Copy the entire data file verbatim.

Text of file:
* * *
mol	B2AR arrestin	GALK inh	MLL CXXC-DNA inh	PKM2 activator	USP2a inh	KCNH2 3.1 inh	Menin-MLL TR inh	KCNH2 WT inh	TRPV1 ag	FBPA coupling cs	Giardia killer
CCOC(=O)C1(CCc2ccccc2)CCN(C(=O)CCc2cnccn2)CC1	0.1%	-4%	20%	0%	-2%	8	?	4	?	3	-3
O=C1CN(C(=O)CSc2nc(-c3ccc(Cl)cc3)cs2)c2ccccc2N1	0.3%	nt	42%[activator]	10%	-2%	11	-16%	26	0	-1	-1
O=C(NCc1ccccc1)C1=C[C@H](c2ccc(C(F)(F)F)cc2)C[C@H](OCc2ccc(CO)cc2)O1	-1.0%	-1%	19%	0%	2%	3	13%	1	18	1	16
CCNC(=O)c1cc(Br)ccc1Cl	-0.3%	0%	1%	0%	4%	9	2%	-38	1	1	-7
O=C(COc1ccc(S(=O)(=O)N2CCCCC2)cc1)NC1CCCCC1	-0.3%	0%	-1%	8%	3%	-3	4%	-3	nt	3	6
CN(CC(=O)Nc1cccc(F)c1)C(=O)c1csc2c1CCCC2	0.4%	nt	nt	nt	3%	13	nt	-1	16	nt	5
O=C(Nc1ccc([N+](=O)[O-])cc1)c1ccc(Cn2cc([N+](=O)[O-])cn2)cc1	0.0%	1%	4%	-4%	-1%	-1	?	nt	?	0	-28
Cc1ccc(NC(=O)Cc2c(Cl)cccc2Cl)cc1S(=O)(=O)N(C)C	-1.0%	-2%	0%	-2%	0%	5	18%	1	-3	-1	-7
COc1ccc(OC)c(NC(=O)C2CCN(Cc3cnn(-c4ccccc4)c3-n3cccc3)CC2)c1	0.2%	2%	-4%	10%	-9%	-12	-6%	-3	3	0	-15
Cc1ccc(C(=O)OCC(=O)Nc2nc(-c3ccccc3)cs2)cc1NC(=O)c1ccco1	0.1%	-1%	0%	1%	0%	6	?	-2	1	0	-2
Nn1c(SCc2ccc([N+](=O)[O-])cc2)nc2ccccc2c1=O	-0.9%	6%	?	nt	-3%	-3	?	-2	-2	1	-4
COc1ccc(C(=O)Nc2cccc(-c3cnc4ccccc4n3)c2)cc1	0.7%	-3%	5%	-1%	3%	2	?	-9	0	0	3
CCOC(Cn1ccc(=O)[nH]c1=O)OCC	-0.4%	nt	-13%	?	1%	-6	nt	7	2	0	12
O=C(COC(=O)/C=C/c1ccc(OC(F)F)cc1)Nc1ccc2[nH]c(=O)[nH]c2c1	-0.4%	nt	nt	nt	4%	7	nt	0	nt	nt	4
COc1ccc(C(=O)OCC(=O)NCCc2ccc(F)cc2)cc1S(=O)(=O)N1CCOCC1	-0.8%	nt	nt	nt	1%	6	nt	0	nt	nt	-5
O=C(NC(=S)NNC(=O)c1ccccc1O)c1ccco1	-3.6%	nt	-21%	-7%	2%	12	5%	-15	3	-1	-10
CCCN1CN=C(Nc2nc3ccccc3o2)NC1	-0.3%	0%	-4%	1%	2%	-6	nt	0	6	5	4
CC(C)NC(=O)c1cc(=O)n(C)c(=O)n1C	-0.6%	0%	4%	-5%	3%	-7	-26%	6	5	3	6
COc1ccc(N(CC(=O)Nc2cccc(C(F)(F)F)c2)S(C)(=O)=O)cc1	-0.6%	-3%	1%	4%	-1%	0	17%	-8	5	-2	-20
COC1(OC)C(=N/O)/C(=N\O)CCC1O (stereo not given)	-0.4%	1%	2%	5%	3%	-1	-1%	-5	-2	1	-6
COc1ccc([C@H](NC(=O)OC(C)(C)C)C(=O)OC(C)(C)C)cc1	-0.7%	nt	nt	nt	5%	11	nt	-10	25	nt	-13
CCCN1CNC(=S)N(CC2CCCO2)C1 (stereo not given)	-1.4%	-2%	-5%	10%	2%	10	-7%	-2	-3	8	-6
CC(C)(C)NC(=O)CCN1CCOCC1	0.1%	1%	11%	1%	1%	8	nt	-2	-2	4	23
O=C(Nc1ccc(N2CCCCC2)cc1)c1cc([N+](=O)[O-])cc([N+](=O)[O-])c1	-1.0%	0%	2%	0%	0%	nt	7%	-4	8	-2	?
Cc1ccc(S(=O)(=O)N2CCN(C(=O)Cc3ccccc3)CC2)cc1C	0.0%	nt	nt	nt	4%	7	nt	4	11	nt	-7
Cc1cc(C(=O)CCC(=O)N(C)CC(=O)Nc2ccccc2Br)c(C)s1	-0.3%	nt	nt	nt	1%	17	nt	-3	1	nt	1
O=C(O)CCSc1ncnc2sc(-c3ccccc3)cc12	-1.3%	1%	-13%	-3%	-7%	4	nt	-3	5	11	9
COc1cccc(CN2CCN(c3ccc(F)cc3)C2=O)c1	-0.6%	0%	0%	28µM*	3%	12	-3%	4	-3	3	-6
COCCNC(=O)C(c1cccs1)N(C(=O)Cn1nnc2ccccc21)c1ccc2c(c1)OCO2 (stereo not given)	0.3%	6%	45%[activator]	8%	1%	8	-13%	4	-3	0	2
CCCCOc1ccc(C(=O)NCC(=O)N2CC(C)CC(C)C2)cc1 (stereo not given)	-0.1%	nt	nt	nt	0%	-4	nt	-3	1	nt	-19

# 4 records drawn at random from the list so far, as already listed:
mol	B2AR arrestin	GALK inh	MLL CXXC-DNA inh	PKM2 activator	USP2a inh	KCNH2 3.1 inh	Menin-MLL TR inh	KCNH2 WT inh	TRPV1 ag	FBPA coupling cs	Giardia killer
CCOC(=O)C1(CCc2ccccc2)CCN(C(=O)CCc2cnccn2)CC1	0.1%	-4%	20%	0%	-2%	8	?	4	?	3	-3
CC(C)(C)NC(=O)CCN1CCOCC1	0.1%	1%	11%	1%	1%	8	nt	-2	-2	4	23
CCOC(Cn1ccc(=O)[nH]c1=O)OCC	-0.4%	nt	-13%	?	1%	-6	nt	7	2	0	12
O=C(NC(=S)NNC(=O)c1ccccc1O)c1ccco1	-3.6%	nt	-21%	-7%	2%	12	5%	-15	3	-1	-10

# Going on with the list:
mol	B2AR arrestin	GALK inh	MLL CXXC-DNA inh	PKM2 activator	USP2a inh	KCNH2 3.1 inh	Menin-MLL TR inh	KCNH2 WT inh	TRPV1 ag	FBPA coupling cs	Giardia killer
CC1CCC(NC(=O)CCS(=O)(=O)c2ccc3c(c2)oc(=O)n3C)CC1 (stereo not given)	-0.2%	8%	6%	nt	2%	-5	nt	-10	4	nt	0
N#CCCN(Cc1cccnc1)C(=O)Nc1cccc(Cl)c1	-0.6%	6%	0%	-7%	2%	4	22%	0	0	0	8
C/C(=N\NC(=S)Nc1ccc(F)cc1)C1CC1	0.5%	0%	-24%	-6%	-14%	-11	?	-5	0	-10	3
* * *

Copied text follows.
mol	B2AR arrestin	GALK inh	MLL CXXC-DNA inh	PKM2 activator	USP2a inh	KCNH2 3.1 inh	Menin-MLL TR inh	KCNH2 WT inh	TRPV1 ag	FBPA coupling cs	Giardia killer
CCOC(=O)C1(CCc2ccccc2)CCN(C(=O)CCc2cnccn2)CC1	0.1%	-4%	20%	0%	-2%	8	?	4	?	3	-3
O=C1CN(C(=O)CSc2nc(-c3ccc(Cl)cc3)cs2)c2ccccc2N1	0.3%	nt	42%[activator]	10%	-2%	11	-16%	26	0	-1	-1
O=C(NCc1ccccc1)C1=C[C@H](c2ccc(C(F)(F)F)cc2)C[C@H](OCc2ccc(CO)cc2)O1	-1.0%	-1%	19%	0%	2%	3	13%	1	18	1	16
CCNC(=O)c1cc(Br)ccc1Cl	-0.3%	0%	1%	0%	4%	9	2%	-38	1	1	-7
O=C(COc1ccc(S(=O)(=O)N2CCCCC2)cc1)NC1CCCCC1	-0.3%	0%	-1%	8%	3%	-3	4%	-3	nt	3	6
CN(CC(=O)Nc1cccc(F)c1)C(=O)c1csc2c1CCCC2	0.4%	nt	nt	nt	3%	13	nt	-1	16	nt	5
O=C(Nc1ccc([N+](=O)[O-])cc1)c1ccc(Cn2cc([N+](=O)[O-])cn2)cc1	0.0%	1%	4%	-4%	-1%	-1	?	nt	?	0	-28
Cc1ccc(NC(=O)Cc2c(Cl)cccc2Cl)cc1S(=O)(=O)N(C)C	-1.0%	-2%	0%	-2%	0%	5	18%	1	-3	-1	-7
COc1ccc(OC)c(NC(=O)C2CCN(Cc3cnn(-c4ccccc4)c3-n3cccc3)CC2)c1	0.2%	2%	-4%	10%	-9%	-12	-6%	-3	3	0	-15
Cc1ccc(C(=O)OCC(=O)Nc2nc(-c3ccccc3)cs2)cc1NC(=O)c1ccco1	0.1%	-1%	0%	1%	0%	6	?	-2	1	0	-2
Nn1c(SCc2ccc([N+](=O)[O-])cc2)nc2ccccc2c1=O	-0.9%	6%	?	nt	-3%	-3	?	-2	-2	1	-4
COc1ccc(C(=O)Nc2cccc(-c3cnc4ccccc4n3)c2)cc1	0.7%	-3%	5%	-1%	3%	2	?	-9	0	0	3
CCOC(Cn1ccc(=O)[nH]c1=O)OCC	-0.4%	nt	-13%	?	1%	-6	nt	7	2	0	12
O=C(COC(=O)/C=C/c1ccc(OC(F)F)cc1)Nc1ccc2[nH]c(=O)[nH]c2c1	-0.4%	nt	nt	nt	4%	7	nt	0	nt	nt	4
COc1ccc(C(=O)OCC(=O)NCCc2ccc(F)cc2)cc1S(=O)(=O)N1CCOCC1	-0.8%	nt	nt	nt	1%	6	nt	0	nt	nt	-5
O=C(NC(=S)NNC(=O)c1ccccc1O)c1ccco1	-3.6%	nt	-21%	-7%	2%	12	5%	-15	3	-1	-10
CCCN1CN=C(Nc2nc3ccccc3o2)NC1	-0.3%	0%	-4%	1%	2%	-6	nt	0	6	5	4
CC(C)NC(=O)c1cc(=O)n(C)c(=O)n1C	-0.6%	0%	4%	-5%	3%	-7	-26%	6	5	3	6
COc1ccc(N(CC(=O)Nc2cccc(C(F)(F)F)c2)S(C)(=O)=O)cc1	-0.6%	-3%	1%	4%	-1%	0	17%	-8	5	-2	-20
COC1(OC)C(=N/O)/C(=N\O)CCC1O (stereo not given)	-0.4%	1%	2%	5%	3%	-1	-1%	-5	-2	1	-6
COc1ccc([C@H](NC(=O)OC(C)(C)C)C(=O)OC(C)(C)C)cc1	-0.7%	nt	nt	nt	5%	11	nt	-10	25	nt	-13
CCCN1CNC(=S)N(CC2CCCO2)C1 (stereo not given)	-1.4%	-2%	-5%	10%	2%	10	-7%	-2	-3	8	-6
CC(C)(C)NC(=O)CCN1CCOCC1	0.1%	1%	11%	1%	1%	8	nt	-2	-2	4	23
O=C(Nc1ccc(N2CCCCC2)cc1)c1cc([N+](=O)[O-])cc([N+](=O)[O-])c1	-1.0%	0%	2%	0%	0%	nt	7%	-4	8	-2	?
Cc1ccc(S(=O)(=O)N2CCN(C(=O)Cc3ccccc3)CC2)cc1C	0.0%	nt	nt	nt	4%	7	nt	4	11	nt	-7
Cc1cc(C(=O)CCC(=O)N(C)CC(=O)Nc2ccccc2Br)c(C)s1	-0.3%	nt	nt	nt	1%	17	nt	-3	1	nt	1
O=C(O)CCSc1ncnc2sc(-c3ccccc3)cc12	-1.3%	1%	-13%	-3%	-7%	4	nt	-3	5	11	9
COc1cccc(CN2CCN(c3ccc(F)cc3)C2=O)c1	-0.6%	0%	0%	28µM*	3%	12	-3%	4	-3	3	-6
COCCNC(=O)C(c1cccs1)N(C(=O)Cn1nnc2ccccc21)c1ccc2c(c1)OCO2 (stereo not given)	0.3%	6%	45%[activator]	8%	1%	8	-13%	4	-3	0	2
CCCCOc1ccc(C(=O)NCC(=O)N2CC(C)CC(C)C2)cc1 (stereo not given)	-0.1%	nt	nt	nt	0%	-4	nt	-3	1	nt	-19

# 4 records drawn at random from the list so far, as already listed:
mol	B2AR arrestin	GALK inh	MLL CXXC-DNA inh	PKM2 activator	USP2a inh	KCNH2 3.1 inh	Menin-MLL TR inh	KCNH2 WT inh	TRPV1 ag	FBPA coupling cs	Giardia killer
CCOC(=O)C1(CCc2ccccc2)CCN(C(=O)CCc2cnccn2)CC1	0.1%	-4%	20%	0%	-2%	8	?	4	?	3	-3
CC(C)(C)NC(=O)CCN1CCOCC1	0.1%	1%	11%	1%	1%	8	nt	-2	-2	4	23
CCOC(Cn1ccc(=O)[nH]c1=O)OCC	-0.4%	nt	-13%	?	1%	-6	nt	7	2	0	12
O=C(NC(=S)NNC(=O)c1ccccc1O)c1ccco1	-3.6%	nt	-21%	-7%	2%	12	5%	-15	3	-1	-10

# Going on with the list:
mol	B2AR arrestin	GALK inh	MLL CXXC-DNA inh	PKM2 activator	USP2a inh	KCNH2 3.1 inh	Menin-MLL TR inh	KCNH2 WT inh	TRPV1 ag	FBPA coupling cs	Giardia killer
CC1CCC(NC(=O)CCS(=O)(=O)c2ccc3c(c2)oc(=O)n3C)CC1 (stereo not given)	-0.2%	8%	6%	nt	2%	-5	nt	-10	4	nt	0
N#CCCN(Cc1cccnc1)C(=O)Nc1cccc(Cl)c1	-0.6%	6%	0%	-7%	2%	4	22%	0	0	0	8
C/C(=N\NC(=S)Nc1ccc(F)cc1)C1CC1	0.5%	0%	-24%	-6%	-14%	-11	?	-5	0	-10	3